Divorce and your West State Super
If you already know what happens to your super when you divorce, we will now take a closer look at what will happen to your West State Super account.
The way your super is handled depends on whether your Family Law Court order is dated before or after 28 December 2002.
First, the Family Law split is calculated
If your Family Law Court order was dated before 28 December 2002, the split is based on the amount or formula stated in the court order.
If your Family Law Court order is dated on or after 28 December 2002, the base amount to be paid from your West State Super account will be adjusted to reflect the investment performance (i.e. change in unit prices) of your account between the operative date1 and the payment date.
This means that the amount may go up and down in reaction to market movements. We use the following formula:
Member’s units at operative date x unit price at payment date = West State Super entitlement.
If a percentage is used, the calculation is based on applying the percentage to the account balance on the date of processing or a date instructed on the court order.
Interest is then calculated, if necessary
If your Family Law Court order was dated before 28 December 2002, any interest and adjustments will depend on the instructions of the court order. If there is no mention of interest in your court order, then no interest will be calculated or paid.
If your Family Law Court order is dated on or after 28 December 2002, the base amount is adjusted for investment performance, which is reflected in the unit price rather than in the form of interest. This is because West State Super is a unitised fund.
Who is liable for the tax?
If your Family Law Court order was dated before 28 December 2002, tax law treats your Family Law split as a re-direction of your super benefit.
This means the super lump-sum payment is treated as if being made to you and not the ex-spouse. The tax withheld is based on your age because you will be liable for the tax. The Payment Summary is issued to you. Your ex-spouse receives the net amount with no further tax to pay.
Unless the court order addresses this issue, you as the member pays all the tax.
If your Family Law Court order is dated on or after 28 December 2002, tax law treats your Family Law split as if the payment is your ex-spouse’s super benefit.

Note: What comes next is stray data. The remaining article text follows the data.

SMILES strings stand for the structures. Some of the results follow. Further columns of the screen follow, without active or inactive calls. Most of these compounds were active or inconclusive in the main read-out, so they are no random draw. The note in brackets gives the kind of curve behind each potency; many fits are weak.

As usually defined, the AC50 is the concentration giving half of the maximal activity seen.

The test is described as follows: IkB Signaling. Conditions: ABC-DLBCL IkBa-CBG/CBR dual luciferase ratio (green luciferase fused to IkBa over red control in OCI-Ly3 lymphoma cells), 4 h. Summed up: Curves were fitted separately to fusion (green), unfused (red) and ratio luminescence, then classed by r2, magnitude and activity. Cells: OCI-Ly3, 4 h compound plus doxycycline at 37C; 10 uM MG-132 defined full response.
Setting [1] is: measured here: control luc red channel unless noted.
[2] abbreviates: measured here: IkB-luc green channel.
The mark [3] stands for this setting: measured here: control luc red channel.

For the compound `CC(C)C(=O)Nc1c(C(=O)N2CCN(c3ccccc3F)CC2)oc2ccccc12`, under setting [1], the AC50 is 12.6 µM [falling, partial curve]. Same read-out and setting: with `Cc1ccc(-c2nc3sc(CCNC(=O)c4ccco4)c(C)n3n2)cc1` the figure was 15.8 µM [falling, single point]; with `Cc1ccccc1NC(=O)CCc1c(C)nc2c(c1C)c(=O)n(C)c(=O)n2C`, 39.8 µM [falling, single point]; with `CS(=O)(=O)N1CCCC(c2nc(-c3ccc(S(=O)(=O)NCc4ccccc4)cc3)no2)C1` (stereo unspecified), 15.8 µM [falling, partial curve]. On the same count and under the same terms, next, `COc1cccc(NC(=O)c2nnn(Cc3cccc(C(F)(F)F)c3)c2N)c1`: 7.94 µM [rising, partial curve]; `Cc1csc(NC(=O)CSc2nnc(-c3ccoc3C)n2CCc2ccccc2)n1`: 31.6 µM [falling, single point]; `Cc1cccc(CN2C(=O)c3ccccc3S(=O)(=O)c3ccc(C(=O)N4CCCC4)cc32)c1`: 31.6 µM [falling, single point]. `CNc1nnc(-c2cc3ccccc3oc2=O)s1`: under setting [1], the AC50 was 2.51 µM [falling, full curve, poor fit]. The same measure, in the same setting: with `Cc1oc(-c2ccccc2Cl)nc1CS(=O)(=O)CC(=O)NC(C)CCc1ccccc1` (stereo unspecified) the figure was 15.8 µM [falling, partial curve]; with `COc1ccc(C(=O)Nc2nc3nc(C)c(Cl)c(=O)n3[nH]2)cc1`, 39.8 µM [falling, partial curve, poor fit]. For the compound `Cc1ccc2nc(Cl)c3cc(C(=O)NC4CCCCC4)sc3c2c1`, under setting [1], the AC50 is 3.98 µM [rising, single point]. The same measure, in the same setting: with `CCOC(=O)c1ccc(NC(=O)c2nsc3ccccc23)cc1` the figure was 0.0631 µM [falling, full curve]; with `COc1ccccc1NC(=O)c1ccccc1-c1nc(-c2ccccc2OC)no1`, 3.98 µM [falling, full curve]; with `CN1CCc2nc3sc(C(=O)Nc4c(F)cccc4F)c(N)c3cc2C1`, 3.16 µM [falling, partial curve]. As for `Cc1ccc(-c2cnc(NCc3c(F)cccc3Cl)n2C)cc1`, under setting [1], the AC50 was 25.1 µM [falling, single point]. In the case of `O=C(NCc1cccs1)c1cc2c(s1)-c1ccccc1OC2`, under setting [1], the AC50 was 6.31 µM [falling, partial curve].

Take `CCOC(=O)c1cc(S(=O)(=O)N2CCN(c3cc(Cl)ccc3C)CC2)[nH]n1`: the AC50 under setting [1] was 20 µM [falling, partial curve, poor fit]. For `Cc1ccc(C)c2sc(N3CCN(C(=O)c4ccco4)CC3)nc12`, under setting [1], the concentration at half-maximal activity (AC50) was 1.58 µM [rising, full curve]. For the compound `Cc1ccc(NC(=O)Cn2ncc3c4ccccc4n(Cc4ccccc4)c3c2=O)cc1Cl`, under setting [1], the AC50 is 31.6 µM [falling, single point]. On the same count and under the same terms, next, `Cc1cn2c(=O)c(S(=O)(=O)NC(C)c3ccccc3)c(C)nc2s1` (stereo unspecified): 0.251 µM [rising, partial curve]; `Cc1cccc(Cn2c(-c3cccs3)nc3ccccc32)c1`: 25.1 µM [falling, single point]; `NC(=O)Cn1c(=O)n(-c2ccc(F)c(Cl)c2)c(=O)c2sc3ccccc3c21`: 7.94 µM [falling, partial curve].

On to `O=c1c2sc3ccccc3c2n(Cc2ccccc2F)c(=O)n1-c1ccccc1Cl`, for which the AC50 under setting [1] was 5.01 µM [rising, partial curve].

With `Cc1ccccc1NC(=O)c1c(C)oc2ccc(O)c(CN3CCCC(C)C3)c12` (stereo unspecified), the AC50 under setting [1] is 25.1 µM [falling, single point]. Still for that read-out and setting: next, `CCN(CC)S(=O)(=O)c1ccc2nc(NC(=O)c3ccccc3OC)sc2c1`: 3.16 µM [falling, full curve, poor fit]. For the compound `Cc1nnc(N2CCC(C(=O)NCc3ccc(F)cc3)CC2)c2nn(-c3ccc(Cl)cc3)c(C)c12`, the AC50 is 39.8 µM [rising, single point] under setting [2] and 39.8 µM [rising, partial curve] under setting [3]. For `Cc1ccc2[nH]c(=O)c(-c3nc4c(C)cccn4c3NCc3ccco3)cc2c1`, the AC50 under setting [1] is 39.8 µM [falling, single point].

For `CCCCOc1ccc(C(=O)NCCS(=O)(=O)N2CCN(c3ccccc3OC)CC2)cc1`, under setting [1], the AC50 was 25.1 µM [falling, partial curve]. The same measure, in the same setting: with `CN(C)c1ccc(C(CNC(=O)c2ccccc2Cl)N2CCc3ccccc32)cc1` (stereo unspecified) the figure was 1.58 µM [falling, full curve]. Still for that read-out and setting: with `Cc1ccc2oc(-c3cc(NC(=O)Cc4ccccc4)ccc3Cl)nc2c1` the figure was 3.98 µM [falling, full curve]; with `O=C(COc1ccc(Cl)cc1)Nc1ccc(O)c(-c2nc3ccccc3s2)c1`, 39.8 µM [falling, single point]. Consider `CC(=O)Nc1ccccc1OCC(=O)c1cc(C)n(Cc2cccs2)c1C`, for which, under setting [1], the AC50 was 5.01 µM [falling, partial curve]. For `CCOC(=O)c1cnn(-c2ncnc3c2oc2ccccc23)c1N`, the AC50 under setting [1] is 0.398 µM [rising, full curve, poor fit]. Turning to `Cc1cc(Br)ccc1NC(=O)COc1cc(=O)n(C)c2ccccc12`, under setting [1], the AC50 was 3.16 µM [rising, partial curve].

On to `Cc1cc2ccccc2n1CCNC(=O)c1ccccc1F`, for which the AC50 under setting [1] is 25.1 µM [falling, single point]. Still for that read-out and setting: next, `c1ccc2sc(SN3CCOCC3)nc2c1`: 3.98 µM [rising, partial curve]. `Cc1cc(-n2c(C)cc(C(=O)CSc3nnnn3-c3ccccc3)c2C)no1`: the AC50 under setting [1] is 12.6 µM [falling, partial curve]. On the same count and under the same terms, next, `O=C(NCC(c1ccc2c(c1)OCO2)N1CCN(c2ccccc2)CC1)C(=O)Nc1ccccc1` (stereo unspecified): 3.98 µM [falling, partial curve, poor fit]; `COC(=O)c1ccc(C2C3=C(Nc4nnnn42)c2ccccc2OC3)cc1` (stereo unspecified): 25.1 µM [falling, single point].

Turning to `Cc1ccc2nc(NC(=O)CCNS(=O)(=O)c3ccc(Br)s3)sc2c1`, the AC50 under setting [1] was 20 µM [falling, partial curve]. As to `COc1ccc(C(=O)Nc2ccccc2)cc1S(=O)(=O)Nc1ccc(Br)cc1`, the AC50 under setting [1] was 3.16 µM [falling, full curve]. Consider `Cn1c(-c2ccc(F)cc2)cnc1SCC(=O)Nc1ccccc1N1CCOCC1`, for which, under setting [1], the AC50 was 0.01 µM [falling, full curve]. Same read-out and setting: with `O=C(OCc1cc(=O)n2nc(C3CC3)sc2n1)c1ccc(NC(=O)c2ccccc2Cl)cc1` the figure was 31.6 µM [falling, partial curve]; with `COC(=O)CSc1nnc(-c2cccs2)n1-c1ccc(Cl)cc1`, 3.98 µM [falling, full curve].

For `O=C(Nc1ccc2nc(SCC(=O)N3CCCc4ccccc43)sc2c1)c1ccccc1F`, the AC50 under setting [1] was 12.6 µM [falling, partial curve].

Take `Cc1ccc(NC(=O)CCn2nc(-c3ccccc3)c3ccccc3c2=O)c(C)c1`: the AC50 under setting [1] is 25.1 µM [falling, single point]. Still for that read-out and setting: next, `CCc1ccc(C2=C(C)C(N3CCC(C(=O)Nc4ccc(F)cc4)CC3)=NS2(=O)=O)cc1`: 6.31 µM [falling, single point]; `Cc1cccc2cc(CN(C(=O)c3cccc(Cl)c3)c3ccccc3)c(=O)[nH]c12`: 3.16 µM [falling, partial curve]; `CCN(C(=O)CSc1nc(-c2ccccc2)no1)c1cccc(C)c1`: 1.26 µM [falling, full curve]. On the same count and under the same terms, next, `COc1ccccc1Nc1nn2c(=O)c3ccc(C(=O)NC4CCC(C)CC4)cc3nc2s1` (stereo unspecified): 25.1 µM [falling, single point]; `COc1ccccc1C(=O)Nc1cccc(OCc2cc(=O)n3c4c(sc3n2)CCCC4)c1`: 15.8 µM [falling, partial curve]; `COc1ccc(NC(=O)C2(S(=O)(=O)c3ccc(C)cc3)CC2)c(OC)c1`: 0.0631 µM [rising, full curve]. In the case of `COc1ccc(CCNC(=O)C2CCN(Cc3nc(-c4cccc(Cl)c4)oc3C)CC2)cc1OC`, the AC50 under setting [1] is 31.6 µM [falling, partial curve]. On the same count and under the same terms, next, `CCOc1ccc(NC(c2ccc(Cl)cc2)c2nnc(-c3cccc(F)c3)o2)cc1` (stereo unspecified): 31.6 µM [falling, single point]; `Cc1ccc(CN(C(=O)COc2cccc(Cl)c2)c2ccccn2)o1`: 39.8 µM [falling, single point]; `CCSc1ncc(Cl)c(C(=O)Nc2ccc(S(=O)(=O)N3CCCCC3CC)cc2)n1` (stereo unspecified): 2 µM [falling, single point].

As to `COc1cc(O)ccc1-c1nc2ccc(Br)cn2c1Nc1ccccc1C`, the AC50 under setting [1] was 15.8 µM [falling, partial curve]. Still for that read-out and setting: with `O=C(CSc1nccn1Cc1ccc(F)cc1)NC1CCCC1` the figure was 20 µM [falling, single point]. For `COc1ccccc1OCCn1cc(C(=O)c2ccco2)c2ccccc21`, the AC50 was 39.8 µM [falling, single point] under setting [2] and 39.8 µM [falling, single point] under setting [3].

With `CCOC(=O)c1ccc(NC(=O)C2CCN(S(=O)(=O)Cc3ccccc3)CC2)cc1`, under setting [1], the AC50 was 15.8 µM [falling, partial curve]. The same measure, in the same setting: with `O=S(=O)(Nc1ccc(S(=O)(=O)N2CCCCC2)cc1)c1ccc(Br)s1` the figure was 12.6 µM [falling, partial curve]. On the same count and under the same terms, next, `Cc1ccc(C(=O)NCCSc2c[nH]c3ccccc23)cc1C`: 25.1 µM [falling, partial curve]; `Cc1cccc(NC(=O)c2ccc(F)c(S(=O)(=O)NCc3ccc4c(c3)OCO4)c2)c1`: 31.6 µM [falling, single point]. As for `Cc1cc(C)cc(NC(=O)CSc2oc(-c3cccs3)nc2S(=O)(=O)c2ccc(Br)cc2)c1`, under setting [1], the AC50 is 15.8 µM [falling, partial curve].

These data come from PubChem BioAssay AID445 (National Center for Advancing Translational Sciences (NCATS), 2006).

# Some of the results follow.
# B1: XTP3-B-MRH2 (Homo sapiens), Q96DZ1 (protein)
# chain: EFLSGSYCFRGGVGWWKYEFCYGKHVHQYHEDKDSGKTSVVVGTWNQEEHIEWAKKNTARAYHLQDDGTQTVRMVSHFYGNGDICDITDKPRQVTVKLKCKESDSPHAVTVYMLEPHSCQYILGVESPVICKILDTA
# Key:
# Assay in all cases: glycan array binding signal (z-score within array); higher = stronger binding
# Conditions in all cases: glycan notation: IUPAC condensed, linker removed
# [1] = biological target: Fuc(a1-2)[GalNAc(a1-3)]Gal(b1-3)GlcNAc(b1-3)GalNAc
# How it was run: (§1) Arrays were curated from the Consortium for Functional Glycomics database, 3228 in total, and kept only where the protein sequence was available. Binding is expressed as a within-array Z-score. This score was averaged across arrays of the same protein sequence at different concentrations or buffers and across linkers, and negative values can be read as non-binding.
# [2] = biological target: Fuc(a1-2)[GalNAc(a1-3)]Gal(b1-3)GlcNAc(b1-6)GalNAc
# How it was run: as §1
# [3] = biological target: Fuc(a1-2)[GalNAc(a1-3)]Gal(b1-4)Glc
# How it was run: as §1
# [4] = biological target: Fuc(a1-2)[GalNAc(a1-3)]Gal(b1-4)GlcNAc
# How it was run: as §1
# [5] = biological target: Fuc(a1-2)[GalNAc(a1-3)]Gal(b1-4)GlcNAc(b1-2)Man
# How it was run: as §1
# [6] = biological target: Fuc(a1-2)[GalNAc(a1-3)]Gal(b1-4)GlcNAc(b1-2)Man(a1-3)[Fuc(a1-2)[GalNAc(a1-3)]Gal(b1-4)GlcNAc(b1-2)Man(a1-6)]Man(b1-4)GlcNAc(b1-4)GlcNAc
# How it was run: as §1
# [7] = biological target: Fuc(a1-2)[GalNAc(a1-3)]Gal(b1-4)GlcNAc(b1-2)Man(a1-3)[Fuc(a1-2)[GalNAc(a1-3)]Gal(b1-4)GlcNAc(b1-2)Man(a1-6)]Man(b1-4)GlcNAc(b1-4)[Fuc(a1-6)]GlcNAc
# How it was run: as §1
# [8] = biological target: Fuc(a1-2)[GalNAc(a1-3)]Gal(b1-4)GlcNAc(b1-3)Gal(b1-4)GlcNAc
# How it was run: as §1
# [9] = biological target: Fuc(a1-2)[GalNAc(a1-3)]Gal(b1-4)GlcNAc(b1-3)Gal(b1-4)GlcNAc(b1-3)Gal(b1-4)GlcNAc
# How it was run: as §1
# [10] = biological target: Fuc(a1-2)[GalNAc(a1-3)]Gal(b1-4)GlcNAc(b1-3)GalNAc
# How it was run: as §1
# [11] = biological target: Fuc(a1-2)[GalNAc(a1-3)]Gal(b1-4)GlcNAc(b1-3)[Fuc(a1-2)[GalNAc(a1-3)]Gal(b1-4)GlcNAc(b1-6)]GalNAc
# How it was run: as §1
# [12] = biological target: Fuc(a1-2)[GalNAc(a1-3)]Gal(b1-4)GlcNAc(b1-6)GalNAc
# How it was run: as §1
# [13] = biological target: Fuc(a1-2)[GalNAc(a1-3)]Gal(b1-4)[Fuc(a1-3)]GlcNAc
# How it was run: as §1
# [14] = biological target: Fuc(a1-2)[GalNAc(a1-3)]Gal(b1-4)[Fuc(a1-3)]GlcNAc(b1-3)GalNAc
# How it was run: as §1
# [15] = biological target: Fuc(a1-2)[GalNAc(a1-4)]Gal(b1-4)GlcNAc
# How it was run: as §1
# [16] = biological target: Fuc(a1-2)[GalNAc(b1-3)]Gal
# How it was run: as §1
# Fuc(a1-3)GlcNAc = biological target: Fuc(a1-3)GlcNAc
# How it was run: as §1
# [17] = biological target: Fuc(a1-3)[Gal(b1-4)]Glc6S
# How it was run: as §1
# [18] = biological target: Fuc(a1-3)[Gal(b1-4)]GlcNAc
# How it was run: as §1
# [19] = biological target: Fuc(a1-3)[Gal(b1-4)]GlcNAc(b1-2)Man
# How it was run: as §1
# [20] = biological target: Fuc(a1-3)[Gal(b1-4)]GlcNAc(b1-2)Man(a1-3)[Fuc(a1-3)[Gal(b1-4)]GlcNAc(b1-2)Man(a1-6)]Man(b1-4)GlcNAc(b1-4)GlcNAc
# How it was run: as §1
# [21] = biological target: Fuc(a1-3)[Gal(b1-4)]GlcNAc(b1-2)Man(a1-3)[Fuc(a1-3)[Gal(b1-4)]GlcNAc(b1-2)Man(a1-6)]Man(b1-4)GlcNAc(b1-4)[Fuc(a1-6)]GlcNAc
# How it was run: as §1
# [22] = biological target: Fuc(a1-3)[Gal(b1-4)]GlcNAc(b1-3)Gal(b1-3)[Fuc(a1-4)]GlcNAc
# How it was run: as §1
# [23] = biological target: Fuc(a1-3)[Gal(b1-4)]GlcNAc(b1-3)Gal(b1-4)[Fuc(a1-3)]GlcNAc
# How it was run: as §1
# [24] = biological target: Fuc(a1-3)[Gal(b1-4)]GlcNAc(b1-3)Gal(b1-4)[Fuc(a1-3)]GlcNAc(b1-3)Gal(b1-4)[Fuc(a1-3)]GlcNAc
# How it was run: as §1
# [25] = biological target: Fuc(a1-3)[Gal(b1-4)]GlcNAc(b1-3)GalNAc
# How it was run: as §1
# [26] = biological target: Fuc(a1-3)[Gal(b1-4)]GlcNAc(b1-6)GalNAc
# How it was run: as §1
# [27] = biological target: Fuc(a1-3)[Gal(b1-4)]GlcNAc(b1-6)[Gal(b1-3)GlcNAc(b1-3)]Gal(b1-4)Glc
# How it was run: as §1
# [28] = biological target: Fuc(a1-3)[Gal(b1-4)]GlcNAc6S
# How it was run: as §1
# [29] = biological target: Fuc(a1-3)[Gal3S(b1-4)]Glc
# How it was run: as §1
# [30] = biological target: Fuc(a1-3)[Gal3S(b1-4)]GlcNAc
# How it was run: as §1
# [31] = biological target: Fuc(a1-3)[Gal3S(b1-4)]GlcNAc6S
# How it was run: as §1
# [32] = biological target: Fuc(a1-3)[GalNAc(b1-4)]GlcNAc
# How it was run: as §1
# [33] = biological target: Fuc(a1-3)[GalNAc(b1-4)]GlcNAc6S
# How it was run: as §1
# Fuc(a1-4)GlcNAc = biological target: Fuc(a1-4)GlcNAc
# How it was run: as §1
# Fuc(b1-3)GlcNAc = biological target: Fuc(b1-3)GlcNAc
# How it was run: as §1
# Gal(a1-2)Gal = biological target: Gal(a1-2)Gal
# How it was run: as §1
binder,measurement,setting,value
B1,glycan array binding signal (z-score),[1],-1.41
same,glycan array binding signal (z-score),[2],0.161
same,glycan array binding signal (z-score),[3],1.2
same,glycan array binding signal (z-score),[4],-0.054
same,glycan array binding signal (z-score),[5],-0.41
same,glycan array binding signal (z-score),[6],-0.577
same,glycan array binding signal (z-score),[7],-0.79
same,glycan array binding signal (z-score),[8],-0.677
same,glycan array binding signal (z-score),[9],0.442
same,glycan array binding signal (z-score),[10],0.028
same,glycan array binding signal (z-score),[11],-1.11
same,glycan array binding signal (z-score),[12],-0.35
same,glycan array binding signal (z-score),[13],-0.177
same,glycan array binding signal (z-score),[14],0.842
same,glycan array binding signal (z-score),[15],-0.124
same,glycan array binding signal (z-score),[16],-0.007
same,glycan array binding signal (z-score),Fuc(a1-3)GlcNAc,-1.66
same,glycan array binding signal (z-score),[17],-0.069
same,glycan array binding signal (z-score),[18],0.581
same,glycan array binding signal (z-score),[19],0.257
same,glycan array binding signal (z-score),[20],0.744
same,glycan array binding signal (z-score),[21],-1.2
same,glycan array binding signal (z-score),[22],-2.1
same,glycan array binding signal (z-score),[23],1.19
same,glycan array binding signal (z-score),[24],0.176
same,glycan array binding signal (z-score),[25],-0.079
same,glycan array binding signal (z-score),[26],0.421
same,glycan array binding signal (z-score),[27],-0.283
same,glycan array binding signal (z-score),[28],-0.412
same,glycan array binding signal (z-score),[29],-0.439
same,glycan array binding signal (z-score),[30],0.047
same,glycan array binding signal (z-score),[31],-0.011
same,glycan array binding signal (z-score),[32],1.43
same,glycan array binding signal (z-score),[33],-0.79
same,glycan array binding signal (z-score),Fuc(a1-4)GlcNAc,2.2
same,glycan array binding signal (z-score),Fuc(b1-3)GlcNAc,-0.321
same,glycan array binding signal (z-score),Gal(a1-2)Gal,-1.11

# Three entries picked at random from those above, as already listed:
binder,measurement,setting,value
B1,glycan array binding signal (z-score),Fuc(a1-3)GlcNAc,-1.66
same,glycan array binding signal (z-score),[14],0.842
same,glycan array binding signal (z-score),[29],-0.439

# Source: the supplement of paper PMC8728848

When the super benefit is rolled over to a taxed fund, the receiving fund will pay 15% tax on the taxable component - untaxed element. This is because West State Super is an untaxed fund, and untaxed funds are generally taxed when the benefit is paid or rolled over to a taxed fund, not while the money is accumulating.
When will the split take place?
If your Family Law Court order was dated before 28 December 2002, we can only make the split once you have claimed your super benefit (i.e. generally at retirement). We must receive the Irrevocable Authority from you before we can release funds to your ex-spouse.
If your Family Law Court order is dated on or after 28 December 2002, we can split your benefit once we have received the original or certified copy of the sealed court order, the payment instructions and certified ID.
If using an agreement, you and your ex-spouse must also supply certificates from your respective legal advisers confirming that you have been provided with independent legal advice.
How is the amount paid to your ex-spouse?
If your Family Law Court order was dated before 28 December 2002, your ex-spouse will be paid their portion of the split amount by cheque or electronic funds transfer (EFT) once we have all documents and you have access to your benefit (generally when you retire).
The amount is paid to your ex-spouse regardless of their age.
If your Family Law Court order is dated on or after 28 December 2002, a letter is sent to your ex-spouse asking for payment details. We will wait 28 days to hear from them about whether they would like to:
- Transfer the amount to a current GESB account
- Transfer the amount over to another complying super fund they nominate
- Transfer the amount to the Australian Taxation Office (ATO) as a voluntary fund transfer, if your ex-spouse isn’t a GESB member and hasn’t chosen a super fund to pay the money into
You can visit the ATO website for more information.
When is the amount paid to your ex-spouse?
If your Family Law Court order was dated before 28 December 2002, your ex-spouse will be paid once you access your benefit (generally at retirement) and once we have received the sealed court orders and your Irrevocable Authority.
If your Family Law Court order is dated on or after 28 December 2002, your ex-spouse can apply to have the amount paid to them once they meet a condition of release of their chosen super fund, usually once they reach retirement age.
If you’re using an agreement, you and your ex-spouse also need to provide certificates from your respective legal advisers confirming that you have received independent legal advice.
1 This is the commencement of recognition of the ex-spouse’s entitlement. For a court order, the operative date is usually the date specified within the court order. For a Splitting Agreement, the operative date is the beginning of the fourth day of business after the day in which a copy of the agreement, together with other prescribed documents, is served on the trustee, together with a copy of the Decree Nisi or Separation Declaration.
Thank you for printing this page. Remember to come back to gesb.wa.gov.au for the latest information as our content is updated regularly. This information is correct as at 04 August 2021.